Writing better fiction with Syd Field’s three-act screenplay structure: Completing the treatment

Syd Field

Syd Field

(See my “Continuing Series” page for a listing of all posts about using Syd Field’s paradigm to write fiction.)

Last post I explained the fiction writer’s treatment (and how it’s different than a film treatment) as part of this series on how to use Syd Field’s three-act screenplay structure for writing stories and novels.

To recap, the first four questions you should ask yourself for the treatment are:

  • Protagonist: Who is the main character of this story?
  • Setup: What is the minimum of backstory, history, setting, or exposition that must be presented before the main story begins?
  • Inciting Incident: What event disrupts the rhythms and rituals of the main character’s daily life?
  • Plot Point #1: What reverses the main character’s daily life such that there is no easy return to normalcy? (Sometimes this is the Inciting Incident, but often it is not.)

Answering those four questions puts you at the halfway mark for writing your story’s treatment. Now I’ll go over the treatment’s final four questions.

Conflict: What is the primary or core conflict the main character faces?
Your answer to the prior two questions (Inciting Incident and Plot Point #1) should suggest an answer to this question. You might find yourself going back to re-answer this question later, when the story is firmer in your mind and the characters’ conflict better defined. For example, although Raisin in the Sun‘s core conflict would appear to be racism, a close reading of the play suggests the conflict is the family’s response to racism—will they keep their heads’ down or will they walk proud?

Assessment: What does the main character do to immediately resolve Plot point #1?
So far, the main character has experienced some kind of disruption (the Inciting Incident) and then an event that ensures they cannot walk away from that disruption (Plot Point #1). Whatever your character’s desires or motivations, they will still want to resolve their situation as quickly as possible. What action would they take?

I’ve learned that, in many ways, this is a crucial hinge to the success of a story. The Inciting Incident is often—almost always—out of the main character’s control. The no-going-back event (Plot Point #1) may be of their device, but it often is not. The Assessment is the main character locking into a course of action. This decision often determines the trajectory, shape, and flavor of the rest of the story.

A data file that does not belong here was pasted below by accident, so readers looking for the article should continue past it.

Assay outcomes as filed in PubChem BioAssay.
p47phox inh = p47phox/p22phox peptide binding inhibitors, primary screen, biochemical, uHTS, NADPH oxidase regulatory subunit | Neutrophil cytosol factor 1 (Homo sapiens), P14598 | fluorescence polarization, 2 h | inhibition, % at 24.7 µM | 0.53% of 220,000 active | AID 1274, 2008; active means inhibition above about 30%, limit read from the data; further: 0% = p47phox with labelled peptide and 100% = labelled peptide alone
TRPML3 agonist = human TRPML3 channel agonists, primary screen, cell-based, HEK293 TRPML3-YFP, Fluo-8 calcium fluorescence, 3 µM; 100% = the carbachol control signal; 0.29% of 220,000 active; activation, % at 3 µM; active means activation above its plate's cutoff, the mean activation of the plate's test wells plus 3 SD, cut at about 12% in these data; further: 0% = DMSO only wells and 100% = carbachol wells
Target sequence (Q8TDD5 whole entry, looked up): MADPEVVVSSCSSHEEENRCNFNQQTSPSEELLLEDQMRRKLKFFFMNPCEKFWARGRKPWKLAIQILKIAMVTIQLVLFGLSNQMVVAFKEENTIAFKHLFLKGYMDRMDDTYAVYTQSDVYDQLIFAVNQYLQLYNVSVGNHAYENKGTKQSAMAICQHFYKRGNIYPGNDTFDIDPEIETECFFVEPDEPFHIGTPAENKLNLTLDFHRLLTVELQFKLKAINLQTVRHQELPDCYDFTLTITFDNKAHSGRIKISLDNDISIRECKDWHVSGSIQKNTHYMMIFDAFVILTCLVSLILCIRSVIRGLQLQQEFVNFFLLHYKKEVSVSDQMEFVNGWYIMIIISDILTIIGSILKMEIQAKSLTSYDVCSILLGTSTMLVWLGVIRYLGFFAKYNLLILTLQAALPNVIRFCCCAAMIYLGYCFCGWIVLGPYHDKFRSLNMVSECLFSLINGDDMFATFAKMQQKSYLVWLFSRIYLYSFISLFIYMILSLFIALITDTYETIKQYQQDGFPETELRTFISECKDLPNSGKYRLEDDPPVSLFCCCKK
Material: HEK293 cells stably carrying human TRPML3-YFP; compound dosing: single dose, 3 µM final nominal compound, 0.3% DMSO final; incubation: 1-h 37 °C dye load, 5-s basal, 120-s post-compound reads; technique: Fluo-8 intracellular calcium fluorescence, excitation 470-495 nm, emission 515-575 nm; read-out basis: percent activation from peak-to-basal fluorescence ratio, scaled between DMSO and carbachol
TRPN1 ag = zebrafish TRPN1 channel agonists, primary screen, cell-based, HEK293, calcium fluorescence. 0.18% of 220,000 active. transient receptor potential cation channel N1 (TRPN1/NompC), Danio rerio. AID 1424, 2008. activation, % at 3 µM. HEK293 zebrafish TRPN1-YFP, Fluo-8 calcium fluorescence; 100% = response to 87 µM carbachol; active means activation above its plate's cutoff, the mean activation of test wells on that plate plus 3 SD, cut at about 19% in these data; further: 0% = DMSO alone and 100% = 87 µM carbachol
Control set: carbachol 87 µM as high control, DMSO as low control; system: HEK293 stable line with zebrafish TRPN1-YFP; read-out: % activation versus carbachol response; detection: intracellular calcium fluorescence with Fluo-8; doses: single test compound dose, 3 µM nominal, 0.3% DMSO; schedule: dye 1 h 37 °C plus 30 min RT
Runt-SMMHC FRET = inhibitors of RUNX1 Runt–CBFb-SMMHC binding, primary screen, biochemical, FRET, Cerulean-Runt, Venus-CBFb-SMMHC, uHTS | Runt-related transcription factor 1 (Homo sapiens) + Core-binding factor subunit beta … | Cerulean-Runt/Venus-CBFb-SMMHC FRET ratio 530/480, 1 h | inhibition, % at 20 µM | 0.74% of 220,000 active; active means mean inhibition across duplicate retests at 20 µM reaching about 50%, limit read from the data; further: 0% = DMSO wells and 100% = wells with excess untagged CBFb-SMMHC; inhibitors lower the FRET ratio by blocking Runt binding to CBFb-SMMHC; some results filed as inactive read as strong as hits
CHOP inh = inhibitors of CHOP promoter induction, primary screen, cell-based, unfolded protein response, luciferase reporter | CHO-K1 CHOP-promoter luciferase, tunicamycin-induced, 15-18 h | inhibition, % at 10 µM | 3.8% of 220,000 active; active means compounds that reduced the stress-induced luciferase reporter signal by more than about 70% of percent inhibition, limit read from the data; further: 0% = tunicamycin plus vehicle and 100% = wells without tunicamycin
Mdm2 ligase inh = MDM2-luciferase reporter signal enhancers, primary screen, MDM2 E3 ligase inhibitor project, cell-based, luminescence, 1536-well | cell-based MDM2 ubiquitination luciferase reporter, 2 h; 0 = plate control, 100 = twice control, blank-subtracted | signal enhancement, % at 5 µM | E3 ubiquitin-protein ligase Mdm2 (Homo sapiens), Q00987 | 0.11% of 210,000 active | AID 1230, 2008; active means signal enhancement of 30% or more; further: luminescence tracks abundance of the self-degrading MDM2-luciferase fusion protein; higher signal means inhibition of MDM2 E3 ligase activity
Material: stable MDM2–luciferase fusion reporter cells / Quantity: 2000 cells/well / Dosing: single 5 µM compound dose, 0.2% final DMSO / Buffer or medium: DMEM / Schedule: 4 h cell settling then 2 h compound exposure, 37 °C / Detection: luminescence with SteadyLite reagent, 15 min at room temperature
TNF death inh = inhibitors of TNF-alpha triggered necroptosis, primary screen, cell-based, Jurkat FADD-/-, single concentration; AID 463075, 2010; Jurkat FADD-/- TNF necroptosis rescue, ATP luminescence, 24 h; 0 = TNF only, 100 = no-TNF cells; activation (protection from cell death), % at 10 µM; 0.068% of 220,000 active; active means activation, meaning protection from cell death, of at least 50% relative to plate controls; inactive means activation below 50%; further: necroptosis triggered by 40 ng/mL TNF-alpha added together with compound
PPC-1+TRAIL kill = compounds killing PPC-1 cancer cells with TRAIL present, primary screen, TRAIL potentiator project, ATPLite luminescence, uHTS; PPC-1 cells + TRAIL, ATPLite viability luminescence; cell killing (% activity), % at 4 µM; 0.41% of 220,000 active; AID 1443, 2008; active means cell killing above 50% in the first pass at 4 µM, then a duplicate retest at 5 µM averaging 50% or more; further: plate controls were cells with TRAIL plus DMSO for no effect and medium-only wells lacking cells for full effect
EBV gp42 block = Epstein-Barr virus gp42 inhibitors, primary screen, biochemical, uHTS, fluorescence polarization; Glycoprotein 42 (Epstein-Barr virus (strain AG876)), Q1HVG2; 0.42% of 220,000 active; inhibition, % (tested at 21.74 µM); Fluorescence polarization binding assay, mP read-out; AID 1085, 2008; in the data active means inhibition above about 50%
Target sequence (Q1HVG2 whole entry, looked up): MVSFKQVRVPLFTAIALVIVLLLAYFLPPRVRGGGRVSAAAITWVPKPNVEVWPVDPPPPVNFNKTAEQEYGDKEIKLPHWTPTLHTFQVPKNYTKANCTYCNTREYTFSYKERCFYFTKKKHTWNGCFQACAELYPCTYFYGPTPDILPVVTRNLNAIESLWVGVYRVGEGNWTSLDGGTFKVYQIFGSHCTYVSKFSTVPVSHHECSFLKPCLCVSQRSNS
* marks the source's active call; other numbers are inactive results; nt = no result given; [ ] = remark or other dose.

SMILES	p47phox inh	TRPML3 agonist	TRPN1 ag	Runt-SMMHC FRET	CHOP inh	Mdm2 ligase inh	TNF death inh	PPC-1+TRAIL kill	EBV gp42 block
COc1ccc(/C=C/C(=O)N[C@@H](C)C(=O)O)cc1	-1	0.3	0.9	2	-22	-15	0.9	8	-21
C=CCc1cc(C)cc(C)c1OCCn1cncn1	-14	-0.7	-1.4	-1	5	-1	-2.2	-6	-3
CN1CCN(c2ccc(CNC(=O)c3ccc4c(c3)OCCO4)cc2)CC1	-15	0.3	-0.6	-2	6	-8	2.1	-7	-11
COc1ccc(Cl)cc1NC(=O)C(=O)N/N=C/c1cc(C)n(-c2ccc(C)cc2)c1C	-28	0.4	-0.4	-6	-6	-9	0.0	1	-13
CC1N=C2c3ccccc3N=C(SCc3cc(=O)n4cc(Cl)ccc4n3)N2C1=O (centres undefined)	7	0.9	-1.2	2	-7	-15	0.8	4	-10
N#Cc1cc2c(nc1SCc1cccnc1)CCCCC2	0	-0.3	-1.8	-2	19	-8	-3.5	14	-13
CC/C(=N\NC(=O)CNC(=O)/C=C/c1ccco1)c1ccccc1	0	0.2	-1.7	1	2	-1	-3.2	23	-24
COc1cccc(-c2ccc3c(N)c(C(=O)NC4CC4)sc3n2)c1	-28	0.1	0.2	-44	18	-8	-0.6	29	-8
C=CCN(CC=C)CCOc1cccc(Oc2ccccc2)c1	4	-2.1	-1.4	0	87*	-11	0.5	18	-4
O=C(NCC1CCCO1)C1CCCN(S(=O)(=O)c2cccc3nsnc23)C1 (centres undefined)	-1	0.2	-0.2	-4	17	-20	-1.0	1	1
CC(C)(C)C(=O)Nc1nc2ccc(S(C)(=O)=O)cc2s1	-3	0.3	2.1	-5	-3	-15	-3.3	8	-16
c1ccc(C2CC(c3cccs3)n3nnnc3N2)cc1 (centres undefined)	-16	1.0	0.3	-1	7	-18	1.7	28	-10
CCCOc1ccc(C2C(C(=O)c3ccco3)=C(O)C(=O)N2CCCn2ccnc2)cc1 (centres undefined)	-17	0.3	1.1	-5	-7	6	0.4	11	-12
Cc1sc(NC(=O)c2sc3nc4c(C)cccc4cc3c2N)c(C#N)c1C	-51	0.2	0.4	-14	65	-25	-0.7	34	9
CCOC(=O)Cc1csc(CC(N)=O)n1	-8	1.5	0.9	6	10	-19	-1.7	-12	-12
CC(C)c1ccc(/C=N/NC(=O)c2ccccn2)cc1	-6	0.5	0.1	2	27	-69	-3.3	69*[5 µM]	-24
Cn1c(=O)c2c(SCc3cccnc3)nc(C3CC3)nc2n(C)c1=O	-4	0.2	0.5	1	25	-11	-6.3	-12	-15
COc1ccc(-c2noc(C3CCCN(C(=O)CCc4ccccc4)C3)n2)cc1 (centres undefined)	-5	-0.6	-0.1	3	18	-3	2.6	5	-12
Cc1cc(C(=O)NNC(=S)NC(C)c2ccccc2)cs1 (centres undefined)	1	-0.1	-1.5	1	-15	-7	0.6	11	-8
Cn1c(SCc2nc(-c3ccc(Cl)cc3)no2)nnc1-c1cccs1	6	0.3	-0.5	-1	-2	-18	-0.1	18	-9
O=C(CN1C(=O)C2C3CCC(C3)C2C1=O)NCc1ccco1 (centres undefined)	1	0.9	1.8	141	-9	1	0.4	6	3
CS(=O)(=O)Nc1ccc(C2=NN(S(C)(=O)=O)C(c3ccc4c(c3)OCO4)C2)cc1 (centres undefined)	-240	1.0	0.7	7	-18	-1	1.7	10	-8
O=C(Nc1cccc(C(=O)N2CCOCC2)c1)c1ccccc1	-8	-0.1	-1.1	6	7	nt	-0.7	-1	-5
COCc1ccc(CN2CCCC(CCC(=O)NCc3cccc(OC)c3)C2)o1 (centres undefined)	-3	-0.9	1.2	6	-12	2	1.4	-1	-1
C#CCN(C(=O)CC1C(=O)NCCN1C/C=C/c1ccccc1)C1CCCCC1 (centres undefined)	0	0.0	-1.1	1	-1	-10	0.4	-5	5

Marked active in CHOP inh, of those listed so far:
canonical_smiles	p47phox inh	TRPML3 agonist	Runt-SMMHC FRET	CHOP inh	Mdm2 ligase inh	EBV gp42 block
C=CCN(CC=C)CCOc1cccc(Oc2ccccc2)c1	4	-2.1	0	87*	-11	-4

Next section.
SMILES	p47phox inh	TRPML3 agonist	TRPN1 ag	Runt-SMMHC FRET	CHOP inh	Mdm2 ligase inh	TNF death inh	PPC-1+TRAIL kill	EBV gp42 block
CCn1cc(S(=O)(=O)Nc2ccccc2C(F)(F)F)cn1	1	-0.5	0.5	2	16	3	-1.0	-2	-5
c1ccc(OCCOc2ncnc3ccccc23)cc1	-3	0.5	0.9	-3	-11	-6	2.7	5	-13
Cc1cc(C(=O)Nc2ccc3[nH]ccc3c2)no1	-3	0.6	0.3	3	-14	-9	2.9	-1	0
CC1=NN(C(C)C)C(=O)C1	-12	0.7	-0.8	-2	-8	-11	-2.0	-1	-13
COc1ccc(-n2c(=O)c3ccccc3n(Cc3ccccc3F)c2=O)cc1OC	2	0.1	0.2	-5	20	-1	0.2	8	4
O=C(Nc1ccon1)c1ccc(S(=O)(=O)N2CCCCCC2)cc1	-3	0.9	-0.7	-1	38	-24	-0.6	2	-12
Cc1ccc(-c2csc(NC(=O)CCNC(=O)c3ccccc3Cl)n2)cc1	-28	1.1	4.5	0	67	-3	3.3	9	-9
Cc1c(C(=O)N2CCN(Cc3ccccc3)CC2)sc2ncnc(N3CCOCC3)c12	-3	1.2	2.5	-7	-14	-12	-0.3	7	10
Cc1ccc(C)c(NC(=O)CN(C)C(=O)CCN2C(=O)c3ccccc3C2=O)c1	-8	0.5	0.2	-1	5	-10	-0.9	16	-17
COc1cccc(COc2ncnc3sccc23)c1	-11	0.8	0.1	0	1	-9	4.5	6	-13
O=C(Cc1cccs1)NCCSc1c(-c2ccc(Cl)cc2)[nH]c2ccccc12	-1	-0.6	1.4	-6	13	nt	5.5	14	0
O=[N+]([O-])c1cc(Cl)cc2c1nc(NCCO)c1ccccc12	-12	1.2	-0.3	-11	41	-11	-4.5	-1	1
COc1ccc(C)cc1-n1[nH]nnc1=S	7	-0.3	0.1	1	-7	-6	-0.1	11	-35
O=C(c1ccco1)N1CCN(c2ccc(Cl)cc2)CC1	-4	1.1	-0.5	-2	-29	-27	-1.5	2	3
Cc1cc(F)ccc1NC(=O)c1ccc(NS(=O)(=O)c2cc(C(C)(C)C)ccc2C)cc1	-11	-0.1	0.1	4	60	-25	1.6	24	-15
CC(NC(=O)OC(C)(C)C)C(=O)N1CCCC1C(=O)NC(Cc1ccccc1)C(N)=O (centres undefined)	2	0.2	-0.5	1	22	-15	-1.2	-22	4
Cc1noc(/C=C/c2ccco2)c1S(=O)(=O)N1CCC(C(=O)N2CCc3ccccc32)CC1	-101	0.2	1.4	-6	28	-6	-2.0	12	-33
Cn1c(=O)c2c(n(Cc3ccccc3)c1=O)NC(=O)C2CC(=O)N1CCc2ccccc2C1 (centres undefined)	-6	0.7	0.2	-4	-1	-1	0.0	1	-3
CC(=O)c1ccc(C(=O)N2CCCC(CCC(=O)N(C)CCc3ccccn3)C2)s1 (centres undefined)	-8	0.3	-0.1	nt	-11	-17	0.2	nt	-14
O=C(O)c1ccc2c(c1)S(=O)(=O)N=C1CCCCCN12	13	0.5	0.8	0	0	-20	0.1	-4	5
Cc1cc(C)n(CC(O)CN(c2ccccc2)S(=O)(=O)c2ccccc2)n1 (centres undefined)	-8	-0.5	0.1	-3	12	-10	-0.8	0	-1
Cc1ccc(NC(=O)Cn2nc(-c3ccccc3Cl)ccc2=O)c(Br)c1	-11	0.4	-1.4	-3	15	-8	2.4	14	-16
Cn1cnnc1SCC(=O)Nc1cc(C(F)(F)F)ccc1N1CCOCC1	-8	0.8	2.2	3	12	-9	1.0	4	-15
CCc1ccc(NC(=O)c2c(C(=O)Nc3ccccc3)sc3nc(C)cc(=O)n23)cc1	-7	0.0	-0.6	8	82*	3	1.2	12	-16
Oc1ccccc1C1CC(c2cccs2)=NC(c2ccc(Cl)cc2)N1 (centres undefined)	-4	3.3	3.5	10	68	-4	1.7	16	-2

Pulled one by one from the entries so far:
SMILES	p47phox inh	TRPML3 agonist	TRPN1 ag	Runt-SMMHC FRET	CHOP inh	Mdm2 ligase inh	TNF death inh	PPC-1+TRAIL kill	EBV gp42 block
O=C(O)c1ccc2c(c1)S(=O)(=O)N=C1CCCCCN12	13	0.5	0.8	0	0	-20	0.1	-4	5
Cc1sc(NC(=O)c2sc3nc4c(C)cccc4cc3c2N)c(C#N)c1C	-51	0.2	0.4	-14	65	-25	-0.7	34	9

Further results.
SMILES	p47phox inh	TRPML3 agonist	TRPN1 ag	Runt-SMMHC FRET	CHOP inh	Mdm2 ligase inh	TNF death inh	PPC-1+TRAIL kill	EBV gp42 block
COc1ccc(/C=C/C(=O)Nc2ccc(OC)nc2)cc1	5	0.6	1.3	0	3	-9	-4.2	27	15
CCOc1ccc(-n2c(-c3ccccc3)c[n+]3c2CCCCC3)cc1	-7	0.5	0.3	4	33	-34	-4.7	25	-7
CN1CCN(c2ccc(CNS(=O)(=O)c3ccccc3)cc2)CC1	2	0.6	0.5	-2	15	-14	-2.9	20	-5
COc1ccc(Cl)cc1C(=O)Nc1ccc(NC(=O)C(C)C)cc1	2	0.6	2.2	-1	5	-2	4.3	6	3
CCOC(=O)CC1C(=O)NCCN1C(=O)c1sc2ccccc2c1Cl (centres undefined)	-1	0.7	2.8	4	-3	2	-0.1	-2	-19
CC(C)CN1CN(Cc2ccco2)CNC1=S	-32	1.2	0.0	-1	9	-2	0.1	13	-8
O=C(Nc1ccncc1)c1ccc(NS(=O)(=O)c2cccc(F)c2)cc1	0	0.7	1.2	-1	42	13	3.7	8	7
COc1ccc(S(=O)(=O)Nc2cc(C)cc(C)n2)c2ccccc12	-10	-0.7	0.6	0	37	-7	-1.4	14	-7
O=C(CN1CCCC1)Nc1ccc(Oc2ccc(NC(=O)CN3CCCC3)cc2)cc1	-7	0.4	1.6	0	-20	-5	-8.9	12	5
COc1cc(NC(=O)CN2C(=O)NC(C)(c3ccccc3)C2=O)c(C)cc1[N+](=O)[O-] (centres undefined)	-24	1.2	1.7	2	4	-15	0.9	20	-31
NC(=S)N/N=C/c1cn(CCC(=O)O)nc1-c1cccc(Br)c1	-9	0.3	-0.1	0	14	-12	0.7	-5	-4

Midpoint: What revelation or reversal of fortune occurs that permanently shifts the story trajectory?
As the name implies, this is an event which occurs approximately halfway through your story. Depending on the type of story you’re writing, this is often where the main character’s true antagonist is revealed or discovered, but that’s not a requirement. The purpose of this question is, in many ways, to keep the plates spinning—to prevent the character from getting too comfortable in this new situation, and to prevent you, the author, from digressing too far from the core conflict (which is terribly easy to do with longer forms, such as the novel).

Syd Field (the creator of the paradigm I’m riffing off of) explained in The Screenwriter’s Workbook that he “discovered” the Midpoint while analyzing Robert Towne’s screenplay for Chinatown. Field recognized that in Chinatown (and many other movies), something significant was happening around the middle of the film, but he couldn’t quite put his finger on what the event was, or why it was significant. In Chinatown, after much analysis, he realized the Midpoint was when the protagonist (private detective J. J. Gittes) discovers that the head of Los Angeles’ water company is married to the daughter of the founder of the water company.

At this Midpoint moment, almost all the questions and complications in the film have been introduced: an unsolved murder, the taint of corruption in Southern California’s water politics, and the detective himself being setup to unwittingly smear an innocent man in the press. At the Midpoint, we think we’re watching a murder mystery against the backdrop of 1930s city politics. J. J. Gittes discovery of the true relationship of the three central characters transforms Chinatown into a drama of a highly dysfunctional family. That’s what Syd Field (and this process) is asking for you to consider for your own story’s Midpoint. It’s the moment when you’ve laid all your cards out for the reader, the moment when the reader now recognizes what’s really at stake for your main character.

The Midpoint is more than a new complication. It’s a chance for you, the writer, to reveal that the story so far is not the whole story. Jim Thompson said there was only one kind of story: “Things are not what they seem.” The Midpoint is where you introduce revelations and reversals that open up the story in larger ways.

Plot Point #2: What dramatic or defining reversal occurs that leads toward a confrontation with the core conflict?

This part of the treatment is the furthest removed from the beginning of your story, and therefore one of the hardest to commit to paper.

Often when I’m writing I have a crystal-clear view of the story’s opening and a hazy idea how I want it to conclude. Finding the path between those two moments is what the process of writing is about. Plot Point #2 is where you make a statement about the final actions and decisions before the end of the story.

To make this easier, go back to what you wrote for Conflict (above) and re-read it closely. Then ask yourself how you think the story will end. You don’t have to commit to this, just get it down to see the words staring up at you from the page. But remember: this isn’t Plot Point #2. It’s where Plot Point #2 is leading toward.